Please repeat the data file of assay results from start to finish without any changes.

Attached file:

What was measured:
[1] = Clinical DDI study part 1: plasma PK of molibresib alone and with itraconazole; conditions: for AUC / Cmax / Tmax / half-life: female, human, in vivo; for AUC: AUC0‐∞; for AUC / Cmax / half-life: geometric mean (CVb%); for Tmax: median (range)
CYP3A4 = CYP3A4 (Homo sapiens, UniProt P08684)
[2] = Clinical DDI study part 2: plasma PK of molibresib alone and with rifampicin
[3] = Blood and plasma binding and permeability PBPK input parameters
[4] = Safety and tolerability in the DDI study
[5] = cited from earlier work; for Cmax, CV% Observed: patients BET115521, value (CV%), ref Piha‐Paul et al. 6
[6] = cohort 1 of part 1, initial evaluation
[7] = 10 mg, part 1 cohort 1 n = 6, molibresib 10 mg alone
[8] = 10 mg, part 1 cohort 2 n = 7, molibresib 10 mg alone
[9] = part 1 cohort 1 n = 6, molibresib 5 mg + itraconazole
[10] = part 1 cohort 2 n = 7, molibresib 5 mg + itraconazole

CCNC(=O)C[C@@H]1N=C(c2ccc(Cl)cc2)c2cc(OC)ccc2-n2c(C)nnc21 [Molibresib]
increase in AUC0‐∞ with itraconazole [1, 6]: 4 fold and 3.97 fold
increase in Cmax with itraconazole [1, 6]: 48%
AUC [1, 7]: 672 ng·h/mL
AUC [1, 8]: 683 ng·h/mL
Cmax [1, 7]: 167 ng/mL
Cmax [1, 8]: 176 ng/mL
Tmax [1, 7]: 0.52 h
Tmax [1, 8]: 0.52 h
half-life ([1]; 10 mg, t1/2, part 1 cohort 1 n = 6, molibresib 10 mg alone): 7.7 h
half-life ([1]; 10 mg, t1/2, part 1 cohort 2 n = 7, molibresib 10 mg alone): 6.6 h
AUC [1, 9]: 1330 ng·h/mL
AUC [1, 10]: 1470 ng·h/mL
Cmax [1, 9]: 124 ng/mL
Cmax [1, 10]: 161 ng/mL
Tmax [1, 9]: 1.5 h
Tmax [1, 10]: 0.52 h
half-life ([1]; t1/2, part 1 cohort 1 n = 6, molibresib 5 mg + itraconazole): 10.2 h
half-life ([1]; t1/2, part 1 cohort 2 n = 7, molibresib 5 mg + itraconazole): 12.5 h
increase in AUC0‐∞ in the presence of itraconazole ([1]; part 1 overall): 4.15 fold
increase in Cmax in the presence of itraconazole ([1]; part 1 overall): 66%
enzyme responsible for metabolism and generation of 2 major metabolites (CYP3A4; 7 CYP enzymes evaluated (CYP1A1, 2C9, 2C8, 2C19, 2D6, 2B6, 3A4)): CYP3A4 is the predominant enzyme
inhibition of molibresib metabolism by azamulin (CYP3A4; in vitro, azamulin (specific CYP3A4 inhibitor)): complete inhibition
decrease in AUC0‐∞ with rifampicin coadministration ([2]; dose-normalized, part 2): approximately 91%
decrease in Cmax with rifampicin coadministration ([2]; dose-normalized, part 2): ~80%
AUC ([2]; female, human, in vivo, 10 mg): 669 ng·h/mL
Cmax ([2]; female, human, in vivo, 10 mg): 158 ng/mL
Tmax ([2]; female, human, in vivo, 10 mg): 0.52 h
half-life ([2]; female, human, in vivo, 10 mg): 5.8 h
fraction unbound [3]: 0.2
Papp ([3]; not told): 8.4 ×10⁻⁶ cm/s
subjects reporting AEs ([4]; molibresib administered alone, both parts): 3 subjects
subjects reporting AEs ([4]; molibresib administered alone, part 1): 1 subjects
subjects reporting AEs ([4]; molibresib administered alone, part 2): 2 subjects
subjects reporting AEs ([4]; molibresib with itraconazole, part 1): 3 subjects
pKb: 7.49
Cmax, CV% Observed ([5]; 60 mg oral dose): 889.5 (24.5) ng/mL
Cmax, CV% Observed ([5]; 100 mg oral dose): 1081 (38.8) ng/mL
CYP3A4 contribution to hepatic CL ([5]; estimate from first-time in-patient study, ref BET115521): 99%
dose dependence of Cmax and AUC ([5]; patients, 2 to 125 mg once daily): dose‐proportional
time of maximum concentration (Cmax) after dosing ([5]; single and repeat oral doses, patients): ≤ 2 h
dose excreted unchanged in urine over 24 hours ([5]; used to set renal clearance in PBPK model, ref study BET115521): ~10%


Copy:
What was measured:
[1] = Clinical DDI study part 1: plasma PK of molibresib alone and with itraconazole; conditions: for AUC / Cmax / Tmax / half-life: female, human, in vivo; for AUC: AUC0‐∞; for AUC / Cmax / half-life: geometric mean (CVb%); for Tmax: median (range)
CYP3A4 = CYP3A4 (Homo sapiens, UniProt P08684)
[2] = Clinical DDI study part 2: plasma PK of molibresib alone and with rifampicin
[3] = Blood and plasma binding and permeability PBPK input parameters
[4] = Safety and tolerability in the DDI study
[5] = cited from earlier work; for Cmax, CV% Observed: patients BET115521, value (CV%), ref Piha‐Paul et al. 6
[6] = cohort 1 of part 1, initial evaluation
[7] = 10 mg, part 1 cohort 1 n = 6, molibresib 10 mg alone
[8] = 10 mg, part 1 cohort 2 n = 7, molibresib 10 mg alone
[9] = part 1 cohort 1 n = 6, molibresib 5 mg + itraconazole
[10] = part 1 cohort 2 n = 7, molibresib 5 mg + itraconazole

CCNC(=O)C[C@@H]1N=C(c2ccc(Cl)cc2)c2cc(OC)ccc2-n2c(C)nnc21 [Molibresib]
increase in AUC0‐∞ with itraconazole [1, 6]: 4 fold and 3.97 fold
increase in Cmax with itraconazole [1, 6]: 48%
AUC [1, 7]: 672 ng·h/mL
AUC [1, 8]: 683 ng·h/mL
Cmax [1, 7]: 167 ng/mL
Cmax [1, 8]: 176 ng/mL
Tmax [1, 7]: 0.52 h
Tmax [1, 8]: 0.52 h
half-life ([1]; 10 mg, t1/2, part 1 cohort 1 n = 6, molibresib 10 mg alone): 7.7 h
half-life ([1]; 10 mg, t1/2, part 1 cohort 2 n = 7, molibresib 10 mg alone): 6.6 h
AUC [1, 9]: 1330 ng·h/mL
AUC [1, 10]: 1470 ng·h/mL
Cmax [1, 9]: 124 ng/mL
Cmax [1, 10]: 161 ng/mL
Tmax [1, 9]: 1.5 h
Tmax [1, 10]: 0.52 h
half-life ([1]; t1/2, part 1 cohort 1 n = 6, molibresib 5 mg + itraconazole): 10.2 h
half-life ([1]; t1/2, part 1 cohort 2 n = 7, molibresib 5 mg + itraconazole): 12.5 h
increase in AUC0‐∞ in the presence of itraconazole ([1]; part 1 overall): 4.15 fold
increase in Cmax in the presence of itraconazole ([1]; part 1 overall): 66%
enzyme responsible for metabolism and generation of 2 major metabolites (CYP3A4; 7 CYP enzymes evaluated (CYP1A1, 2C9, 2C8, 2C19, 2D6, 2B6, 3A4)): CYP3A4 is the predominant enzyme
inhibition of molibresib metabolism by azamulin (CYP3A4; in vitro, azamulin (specific CYP3A4 inhibitor)): complete inhibition
decrease in AUC0‐∞ with rifampicin coadministration ([2]; dose-normalized, part 2): approximately 91%
decrease in Cmax with rifampicin coadministration ([2]; dose-normalized, part 2): ~80%
AUC ([2]; female, human, in vivo, 10 mg): 669 ng·h/mL
Cmax ([2]; female, human, in vivo, 10 mg): 158 ng/mL
Tmax ([2]; female, human, in vivo, 10 mg): 0.52 h
half-life ([2]; female, human, in vivo, 10 mg): 5.8 h
fraction unbound [3]: 0.2
Papp ([3]; not told): 8.4 ×10⁻⁶ cm/s
subjects reporting AEs ([4]; molibresib administered alone, both parts): 3 subjects
subjects reporting AEs ([4]; molibresib administered alone, part 1): 1 subjects
subjects reporting AEs ([4]; molibresib administered alone, part 2): 2 subjects
subjects reporting AEs ([4]; molibresib with itraconazole, part 1): 3 subjects
pKb: 7.49
Cmax, CV% Observed ([5]; 60 mg oral dose): 889.5 (24.5) ng/mL
Cmax, CV% Observed ([5]; 100 mg oral dose): 1081 (38.8) ng/mL
CYP3A4 contribution to hepatic CL ([5]; estimate from first-time in-patient study, ref BET115521): 99%
dose dependence of Cmax and AUC ([5]; patients, 2 to 125 mg once daily): dose‐proportional
time of maximum concentration (Cmax) after dosing ([5]; single and repeat oral doses, patients): ≤ 2 h
dose excreted unchanged in urine over 24 hours ([5]; used to set renal clearance in PBPK model, ref study BET115521): ~10%